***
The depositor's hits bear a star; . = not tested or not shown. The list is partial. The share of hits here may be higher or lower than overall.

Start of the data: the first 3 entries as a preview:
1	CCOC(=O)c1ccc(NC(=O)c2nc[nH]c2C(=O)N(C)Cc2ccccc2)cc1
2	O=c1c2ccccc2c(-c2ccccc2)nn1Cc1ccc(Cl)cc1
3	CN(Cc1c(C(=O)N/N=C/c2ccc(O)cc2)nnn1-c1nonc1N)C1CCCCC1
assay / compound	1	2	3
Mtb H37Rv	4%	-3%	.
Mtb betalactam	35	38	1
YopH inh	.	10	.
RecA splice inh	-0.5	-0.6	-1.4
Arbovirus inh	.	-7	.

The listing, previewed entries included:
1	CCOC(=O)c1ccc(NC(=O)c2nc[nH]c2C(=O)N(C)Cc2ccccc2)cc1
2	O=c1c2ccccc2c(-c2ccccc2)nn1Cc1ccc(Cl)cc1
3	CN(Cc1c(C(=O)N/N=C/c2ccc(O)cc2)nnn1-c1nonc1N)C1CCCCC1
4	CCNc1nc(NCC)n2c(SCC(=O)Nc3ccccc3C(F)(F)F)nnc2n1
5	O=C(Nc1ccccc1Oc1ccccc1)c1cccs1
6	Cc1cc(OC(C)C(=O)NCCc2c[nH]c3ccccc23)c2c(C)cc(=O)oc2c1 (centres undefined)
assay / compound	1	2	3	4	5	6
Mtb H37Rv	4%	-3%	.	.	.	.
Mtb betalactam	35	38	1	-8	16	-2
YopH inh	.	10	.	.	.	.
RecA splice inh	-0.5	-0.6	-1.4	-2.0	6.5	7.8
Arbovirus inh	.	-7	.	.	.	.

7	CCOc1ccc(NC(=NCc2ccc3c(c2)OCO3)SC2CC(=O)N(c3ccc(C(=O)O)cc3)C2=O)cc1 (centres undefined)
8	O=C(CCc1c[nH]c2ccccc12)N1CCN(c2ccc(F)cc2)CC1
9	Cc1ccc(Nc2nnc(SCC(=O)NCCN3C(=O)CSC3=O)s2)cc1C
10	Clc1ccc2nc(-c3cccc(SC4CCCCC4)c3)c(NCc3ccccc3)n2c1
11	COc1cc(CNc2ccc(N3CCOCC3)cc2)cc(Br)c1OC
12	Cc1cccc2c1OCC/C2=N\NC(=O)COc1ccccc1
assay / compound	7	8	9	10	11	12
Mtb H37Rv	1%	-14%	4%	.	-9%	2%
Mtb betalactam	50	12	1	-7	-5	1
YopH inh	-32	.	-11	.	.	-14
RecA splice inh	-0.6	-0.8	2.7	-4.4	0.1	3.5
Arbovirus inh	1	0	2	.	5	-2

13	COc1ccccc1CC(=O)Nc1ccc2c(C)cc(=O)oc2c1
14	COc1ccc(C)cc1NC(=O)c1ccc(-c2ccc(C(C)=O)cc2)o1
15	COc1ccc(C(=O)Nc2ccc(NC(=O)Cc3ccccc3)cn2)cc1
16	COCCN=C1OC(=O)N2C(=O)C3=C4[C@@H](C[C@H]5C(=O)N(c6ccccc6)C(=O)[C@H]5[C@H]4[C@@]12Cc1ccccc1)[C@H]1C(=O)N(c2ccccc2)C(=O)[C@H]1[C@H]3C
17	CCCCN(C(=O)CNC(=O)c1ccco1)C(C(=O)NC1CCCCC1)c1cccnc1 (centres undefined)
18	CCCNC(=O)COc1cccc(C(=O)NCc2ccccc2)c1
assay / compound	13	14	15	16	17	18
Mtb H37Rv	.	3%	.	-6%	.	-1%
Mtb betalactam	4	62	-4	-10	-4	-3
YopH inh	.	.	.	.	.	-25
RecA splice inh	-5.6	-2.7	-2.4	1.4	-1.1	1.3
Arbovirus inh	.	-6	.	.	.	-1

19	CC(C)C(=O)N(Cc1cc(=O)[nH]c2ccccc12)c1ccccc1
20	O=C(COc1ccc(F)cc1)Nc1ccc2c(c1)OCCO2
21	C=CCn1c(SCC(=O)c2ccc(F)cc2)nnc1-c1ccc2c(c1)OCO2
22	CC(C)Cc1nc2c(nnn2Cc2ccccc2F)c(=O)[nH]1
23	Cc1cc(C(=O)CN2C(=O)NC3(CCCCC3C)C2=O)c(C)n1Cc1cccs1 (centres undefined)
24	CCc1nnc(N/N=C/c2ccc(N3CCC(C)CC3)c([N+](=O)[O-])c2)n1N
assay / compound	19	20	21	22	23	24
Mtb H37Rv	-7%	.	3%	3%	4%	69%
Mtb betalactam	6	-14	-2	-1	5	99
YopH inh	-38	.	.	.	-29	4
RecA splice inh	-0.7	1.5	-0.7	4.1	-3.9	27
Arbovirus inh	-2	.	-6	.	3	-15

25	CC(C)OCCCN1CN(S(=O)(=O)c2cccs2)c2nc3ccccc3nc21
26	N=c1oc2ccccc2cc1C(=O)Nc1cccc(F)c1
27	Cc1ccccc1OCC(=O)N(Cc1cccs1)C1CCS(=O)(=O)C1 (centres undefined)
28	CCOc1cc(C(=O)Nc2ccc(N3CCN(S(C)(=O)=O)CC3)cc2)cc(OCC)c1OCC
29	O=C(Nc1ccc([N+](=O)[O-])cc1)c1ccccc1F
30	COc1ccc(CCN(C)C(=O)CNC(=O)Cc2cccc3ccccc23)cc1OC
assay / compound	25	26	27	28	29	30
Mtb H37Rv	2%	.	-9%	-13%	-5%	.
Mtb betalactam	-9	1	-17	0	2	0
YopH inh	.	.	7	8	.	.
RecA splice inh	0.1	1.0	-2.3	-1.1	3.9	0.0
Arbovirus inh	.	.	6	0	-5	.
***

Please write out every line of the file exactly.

The depositor's hits bear a star; . = not tested or not shown. The list is partial. The share of hits here may be higher or lower than overall.

Start of the data: the first 3 entries as a preview:
1	CCOC(=O)c1ccc(NC(=O)c2nc[nH]c2C(=O)N(C)Cc2ccccc2)cc1
2	O=c1c2ccccc2c(-c2ccccc2)nn1Cc1ccc(Cl)cc1
3	CN(Cc1c(C(=O)N/N=C/c2ccc(O)cc2)nnn1-c1nonc1N)C1CCCCC1
assay / compound	1	2	3
Mtb H37Rv	4%	-3%	.
Mtb betalactam	35	38	1
YopH inh	.	10	.
RecA splice inh	-0.5	-0.6	-1.4
Arbovirus inh	.	-7	.

The listing, previewed entries included:
1	CCOC(=O)c1ccc(NC(=O)c2nc[nH]c2C(=O)N(C)Cc2ccccc2)cc1
2	O=c1c2ccccc2c(-c2ccccc2)nn1Cc1ccc(Cl)cc1
3	CN(Cc1c(C(=O)N/N=C/c2ccc(O)cc2)nnn1-c1nonc1N)C1CCCCC1
4	CCNc1nc(NCC)n2c(SCC(=O)Nc3ccccc3C(F)(F)F)nnc2n1
5	O=C(Nc1ccccc1Oc1ccccc1)c1cccs1
6	Cc1cc(OC(C)C(=O)NCCc2c[nH]c3ccccc23)c2c(C)cc(=O)oc2c1 (centres undefined)
assay / compound	1	2	3	4	5	6
Mtb H37Rv	4%	-3%	.	.	.	.
Mtb betalactam	35	38	1	-8	16	-2
YopH inh	.	10	.	.	.	.
RecA splice inh	-0.5	-0.6	-1.4	-2.0	6.5	7.8
Arbovirus inh	.	-7	.	.	.	.

7	CCOc1ccc(NC(=NCc2ccc3c(c2)OCO3)SC2CC(=O)N(c3ccc(C(=O)O)cc3)C2=O)cc1 (centres undefined)
8	O=C(CCc1c[nH]c2ccccc12)N1CCN(c2ccc(F)cc2)CC1
9	Cc1ccc(Nc2nnc(SCC(=O)NCCN3C(=O)CSC3=O)s2)cc1C
10	Clc1ccc2nc(-c3cccc(SC4CCCCC4)c3)c(NCc3ccccc3)n2c1
11	COc1cc(CNc2ccc(N3CCOCC3)cc2)cc(Br)c1OC
12	Cc1cccc2c1OCC/C2=N\NC(=O)COc1ccccc1
assay / compound	7	8	9	10	11	12
Mtb H37Rv	1%	-14%	4%	.	-9%	2%
Mtb betalactam	50	12	1	-7	-5	1
YopH inh	-32	.	-11	.	.	-14
RecA splice inh	-0.6	-0.8	2.7	-4.4	0.1	3.5
Arbovirus inh	1	0	2	.	5	-2

13	COc1ccccc1CC(=O)Nc1ccc2c(C)cc(=O)oc2c1
14	COc1ccc(C)cc1NC(=O)c1ccc(-c2ccc(C(C)=O)cc2)o1
15	COc1ccc(C(=O)Nc2ccc(NC(=O)Cc3ccccc3)cn2)cc1
16	COCCN=C1OC(=O)N2C(=O)C3=C4[C@@H](C[C@H]5C(=O)N(c6ccccc6)C(=O)[C@H]5[C@H]4[C@@]12Cc1ccccc1)[C@H]1C(=O)N(c2ccccc2)C(=O)[C@H]1[C@H]3C
17	CCCCN(C(=O)CNC(=O)c1ccco1)C(C(=O)NC1CCCCC1)c1cccnc1 (centres undefined)
18	CCCNC(=O)COc1cccc(C(=O)NCc2ccccc2)c1
assay / compound	13	14	15	16	17	18
Mtb H37Rv	.	3%	.	-6%	.	-1%
Mtb betalactam	4	62	-4	-10	-4	-3
YopH inh	.	.	.	.	.	-25
RecA splice inh	-5.6	-2.7	-2.4	1.4	-1.1	1.3
Arbovirus inh	.	-6	.	.	.	-1

19	CC(C)C(=O)N(Cc1cc(=O)[nH]c2ccccc12)c1ccccc1
20	O=C(COc1ccc(F)cc1)Nc1ccc2c(c1)OCCO2
21	C=CCn1c(SCC(=O)c2ccc(F)cc2)nnc1-c1ccc2c(c1)OCO2
22	CC(C)Cc1nc2c(nnn2Cc2ccccc2F)c(=O)[nH]1
23	Cc1cc(C(=O)CN2C(=O)NC3(CCCCC3C)C2=O)c(C)n1Cc1cccs1 (centres undefined)
24	CCc1nnc(N/N=C/c2ccc(N3CCC(C)CC3)c([N+](=O)[O-])c2)n1N
assay / compound	19	20	21	22	23	24
Mtb H37Rv	-7%	.	3%	3%	4%	69%
Mtb betalactam	6	-14	-2	-1	5	99
YopH inh	-38	.	.	.	-29	4
RecA splice inh	-0.7	1.5	-0.7	4.1	-3.9	27
Arbovirus inh	-2	.	-6	.	3	-15

25	CC(C)OCCCN1CN(S(=O)(=O)c2cccs2)c2nc3ccccc3nc21
26	N=c1oc2ccccc2cc1C(=O)Nc1cccc(F)c1
27	Cc1ccccc1OCC(=O)N(Cc1cccs1)C1CCS(=O)(=O)C1 (centres undefined)
28	CCOc1cc(C(=O)Nc2ccc(N3CCN(S(C)(=O)=O)CC3)cc2)cc(OCC)c1OCC
29	O=C(Nc1ccc([N+](=O)[O-])cc1)c1ccccc1F
30	COc1ccc(CCN(C)C(=O)CNC(=O)Cc2cccc3ccccc23)cc1OC
assay / compound	25	26	27	28	29	30
Mtb H37Rv	2%	.	-9%	-13%	-5%	.
Mtb betalactam	-9	1	-17	0	2	0
YopH inh	.	.	7	8	.	.
RecA splice inh	0.1	1.0	-2.3	-1.1	3.9	0.0
Arbovirus inh	.	.	6	0	-5	.